The Modern Era (1900 CE to the Present)

The Boxer Rebellion:

The Republican Revolution: The revolution led by Sun Yat-sen in 1911 which overthrew the Qin Dynasty and ended the Chinese imperial era

Sun Yat-sen: The first president of the Republic of China and the leader of the Republican Revolution

Republic of China: The government that followed the Qin Dynasty and was ruled by a president and military leaders. It had two centers, one in the north in Beijing and one in the south at Nanjing. It was characterized by continuous civil war between the communist north and the nationalist south. It fell in 1949.

Chinese Civil War: The war that began with the Republican Revolution and continued throughout the time of the Republic of China until Mao’s communists emerged as victors and created the People’s Republic of China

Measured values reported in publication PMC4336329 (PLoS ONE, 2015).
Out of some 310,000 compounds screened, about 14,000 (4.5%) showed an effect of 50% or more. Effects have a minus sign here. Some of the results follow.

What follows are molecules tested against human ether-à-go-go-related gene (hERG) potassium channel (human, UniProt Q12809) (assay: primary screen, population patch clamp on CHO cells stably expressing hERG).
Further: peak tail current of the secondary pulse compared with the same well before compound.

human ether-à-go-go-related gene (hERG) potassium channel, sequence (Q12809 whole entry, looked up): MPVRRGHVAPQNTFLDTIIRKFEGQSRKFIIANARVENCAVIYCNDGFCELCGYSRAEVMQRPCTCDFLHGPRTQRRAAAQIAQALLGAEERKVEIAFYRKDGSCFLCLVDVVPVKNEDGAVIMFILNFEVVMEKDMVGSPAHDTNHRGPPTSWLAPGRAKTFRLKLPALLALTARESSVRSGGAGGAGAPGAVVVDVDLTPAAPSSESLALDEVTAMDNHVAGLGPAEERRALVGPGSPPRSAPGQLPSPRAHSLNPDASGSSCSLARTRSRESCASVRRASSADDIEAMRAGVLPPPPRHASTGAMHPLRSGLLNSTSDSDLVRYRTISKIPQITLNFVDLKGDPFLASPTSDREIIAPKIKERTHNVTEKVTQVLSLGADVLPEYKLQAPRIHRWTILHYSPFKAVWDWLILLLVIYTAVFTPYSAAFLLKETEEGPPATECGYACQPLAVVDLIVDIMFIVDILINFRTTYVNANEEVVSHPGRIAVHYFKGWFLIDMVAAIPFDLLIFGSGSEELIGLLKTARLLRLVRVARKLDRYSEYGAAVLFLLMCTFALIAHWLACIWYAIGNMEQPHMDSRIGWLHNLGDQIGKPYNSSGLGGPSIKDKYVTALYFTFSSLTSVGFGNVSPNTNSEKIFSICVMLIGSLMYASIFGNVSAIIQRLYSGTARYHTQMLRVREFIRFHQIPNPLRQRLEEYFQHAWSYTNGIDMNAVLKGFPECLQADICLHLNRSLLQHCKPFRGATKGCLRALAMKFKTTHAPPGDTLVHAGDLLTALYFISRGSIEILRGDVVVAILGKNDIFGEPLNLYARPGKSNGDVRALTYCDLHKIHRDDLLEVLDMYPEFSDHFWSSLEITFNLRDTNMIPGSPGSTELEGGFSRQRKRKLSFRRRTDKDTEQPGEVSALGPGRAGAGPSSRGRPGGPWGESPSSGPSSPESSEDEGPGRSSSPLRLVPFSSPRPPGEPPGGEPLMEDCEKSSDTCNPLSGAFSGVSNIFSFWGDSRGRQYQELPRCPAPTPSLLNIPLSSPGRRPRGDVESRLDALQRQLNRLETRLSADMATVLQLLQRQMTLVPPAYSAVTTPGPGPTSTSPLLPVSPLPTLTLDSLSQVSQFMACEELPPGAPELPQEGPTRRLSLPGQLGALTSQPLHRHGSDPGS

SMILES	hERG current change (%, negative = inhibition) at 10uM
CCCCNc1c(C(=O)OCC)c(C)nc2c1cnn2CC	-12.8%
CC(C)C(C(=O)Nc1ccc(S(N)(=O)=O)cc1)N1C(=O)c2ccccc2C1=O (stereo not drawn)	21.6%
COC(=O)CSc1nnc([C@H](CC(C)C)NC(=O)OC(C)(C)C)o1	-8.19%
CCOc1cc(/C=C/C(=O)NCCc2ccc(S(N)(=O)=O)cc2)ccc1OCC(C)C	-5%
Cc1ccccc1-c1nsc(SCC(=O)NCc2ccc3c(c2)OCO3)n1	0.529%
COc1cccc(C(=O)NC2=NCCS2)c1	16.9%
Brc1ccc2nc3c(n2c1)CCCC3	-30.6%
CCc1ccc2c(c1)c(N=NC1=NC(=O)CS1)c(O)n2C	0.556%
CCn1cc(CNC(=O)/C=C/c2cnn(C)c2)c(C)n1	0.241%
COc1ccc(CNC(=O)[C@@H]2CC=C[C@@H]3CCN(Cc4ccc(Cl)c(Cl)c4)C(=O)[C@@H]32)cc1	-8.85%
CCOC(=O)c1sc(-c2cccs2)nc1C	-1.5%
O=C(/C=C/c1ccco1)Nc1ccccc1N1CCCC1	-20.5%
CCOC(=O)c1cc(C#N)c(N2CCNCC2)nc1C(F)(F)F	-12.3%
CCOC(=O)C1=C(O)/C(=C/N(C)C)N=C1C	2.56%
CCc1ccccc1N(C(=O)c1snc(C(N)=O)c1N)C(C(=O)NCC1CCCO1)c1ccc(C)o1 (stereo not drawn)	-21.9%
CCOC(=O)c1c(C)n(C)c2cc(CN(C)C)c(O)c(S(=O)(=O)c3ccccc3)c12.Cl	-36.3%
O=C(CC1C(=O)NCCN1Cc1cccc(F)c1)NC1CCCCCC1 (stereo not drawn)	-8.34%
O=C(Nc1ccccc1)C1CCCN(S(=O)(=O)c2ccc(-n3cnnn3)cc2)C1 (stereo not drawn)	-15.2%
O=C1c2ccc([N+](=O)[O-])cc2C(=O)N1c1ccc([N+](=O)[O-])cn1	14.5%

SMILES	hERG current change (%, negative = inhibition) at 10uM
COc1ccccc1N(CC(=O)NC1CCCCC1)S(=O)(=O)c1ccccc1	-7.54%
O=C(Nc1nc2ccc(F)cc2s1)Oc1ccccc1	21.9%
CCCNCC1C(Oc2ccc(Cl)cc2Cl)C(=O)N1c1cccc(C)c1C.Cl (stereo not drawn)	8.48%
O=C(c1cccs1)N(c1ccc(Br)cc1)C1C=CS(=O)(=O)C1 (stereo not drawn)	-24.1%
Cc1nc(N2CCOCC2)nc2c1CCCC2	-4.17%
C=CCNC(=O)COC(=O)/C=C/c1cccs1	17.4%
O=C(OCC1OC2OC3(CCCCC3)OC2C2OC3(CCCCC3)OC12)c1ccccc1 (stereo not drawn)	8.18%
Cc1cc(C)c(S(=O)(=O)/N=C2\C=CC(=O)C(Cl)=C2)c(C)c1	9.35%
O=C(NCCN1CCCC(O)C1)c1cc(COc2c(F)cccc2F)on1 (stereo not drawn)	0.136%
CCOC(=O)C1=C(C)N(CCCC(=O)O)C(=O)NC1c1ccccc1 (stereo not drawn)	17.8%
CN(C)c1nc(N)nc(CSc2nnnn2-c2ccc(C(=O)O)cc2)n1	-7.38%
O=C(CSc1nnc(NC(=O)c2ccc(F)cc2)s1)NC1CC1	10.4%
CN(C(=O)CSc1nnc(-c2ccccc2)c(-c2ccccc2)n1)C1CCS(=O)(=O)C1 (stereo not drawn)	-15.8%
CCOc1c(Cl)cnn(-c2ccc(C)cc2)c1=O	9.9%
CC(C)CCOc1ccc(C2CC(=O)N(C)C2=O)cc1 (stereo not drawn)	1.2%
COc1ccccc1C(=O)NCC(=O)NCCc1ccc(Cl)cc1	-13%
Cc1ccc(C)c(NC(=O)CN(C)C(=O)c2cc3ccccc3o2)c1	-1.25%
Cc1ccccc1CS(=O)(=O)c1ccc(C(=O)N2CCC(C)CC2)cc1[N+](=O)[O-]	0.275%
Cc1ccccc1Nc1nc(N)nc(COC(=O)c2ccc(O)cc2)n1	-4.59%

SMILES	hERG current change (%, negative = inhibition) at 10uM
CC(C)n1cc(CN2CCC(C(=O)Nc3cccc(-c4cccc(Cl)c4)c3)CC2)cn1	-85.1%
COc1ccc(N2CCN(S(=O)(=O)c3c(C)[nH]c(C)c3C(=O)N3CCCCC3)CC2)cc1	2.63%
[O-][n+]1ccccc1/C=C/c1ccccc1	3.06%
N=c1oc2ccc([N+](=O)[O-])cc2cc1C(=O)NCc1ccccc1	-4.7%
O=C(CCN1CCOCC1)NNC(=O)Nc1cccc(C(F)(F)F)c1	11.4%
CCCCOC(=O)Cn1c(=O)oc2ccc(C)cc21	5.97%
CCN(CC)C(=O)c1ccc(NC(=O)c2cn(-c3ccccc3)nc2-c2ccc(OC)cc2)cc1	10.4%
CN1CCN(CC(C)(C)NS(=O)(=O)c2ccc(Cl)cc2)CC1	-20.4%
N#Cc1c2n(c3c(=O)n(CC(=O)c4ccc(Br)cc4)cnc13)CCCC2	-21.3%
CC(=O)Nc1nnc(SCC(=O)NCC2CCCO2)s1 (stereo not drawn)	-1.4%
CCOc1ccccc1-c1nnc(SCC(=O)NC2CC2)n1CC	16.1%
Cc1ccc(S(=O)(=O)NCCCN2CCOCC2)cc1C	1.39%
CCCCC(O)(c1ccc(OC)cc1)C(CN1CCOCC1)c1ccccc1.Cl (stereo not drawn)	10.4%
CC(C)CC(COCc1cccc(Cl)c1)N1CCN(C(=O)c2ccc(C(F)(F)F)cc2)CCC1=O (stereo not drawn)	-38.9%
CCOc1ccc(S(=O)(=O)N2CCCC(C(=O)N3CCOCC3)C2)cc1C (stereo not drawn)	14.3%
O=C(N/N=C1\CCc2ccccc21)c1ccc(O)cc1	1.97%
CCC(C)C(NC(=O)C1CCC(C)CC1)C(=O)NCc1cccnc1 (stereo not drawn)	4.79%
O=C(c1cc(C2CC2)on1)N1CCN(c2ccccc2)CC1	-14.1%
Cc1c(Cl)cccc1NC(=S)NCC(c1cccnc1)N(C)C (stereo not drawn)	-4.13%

China during World War I:

China during World War II:

Chiang Kai-Shek: The leader of the joint nationalist and communist forces who defeated northern rebels during the beginning of the Chinese Civil War, then became the leader of the Nationalist Party after the communists broke away

Mao Zedong: The leader of the Communist Party who prevailed after the long Chinese Civil War and created the People’s Republic of China

The Long March: The deadly march of Mao and his communist army from the south to the north before taking power

Chinese-Japanese War: The war between China and Japan that took place during the Chinese Civil War. It started in the 1930s when Japan invaded China and captured several important cities, including Beijing. For a time, nationalists and communists paused their civil war and allied to fight them. When they defeated Japan in 1945, they resumed fighting each other.

People’s Republic of China: The modern government of China, which was founded by Mao Zedong in 1949. Strictly communist for several decades, in the late 1970s it began adopting free trade policies that brought on an economic boom.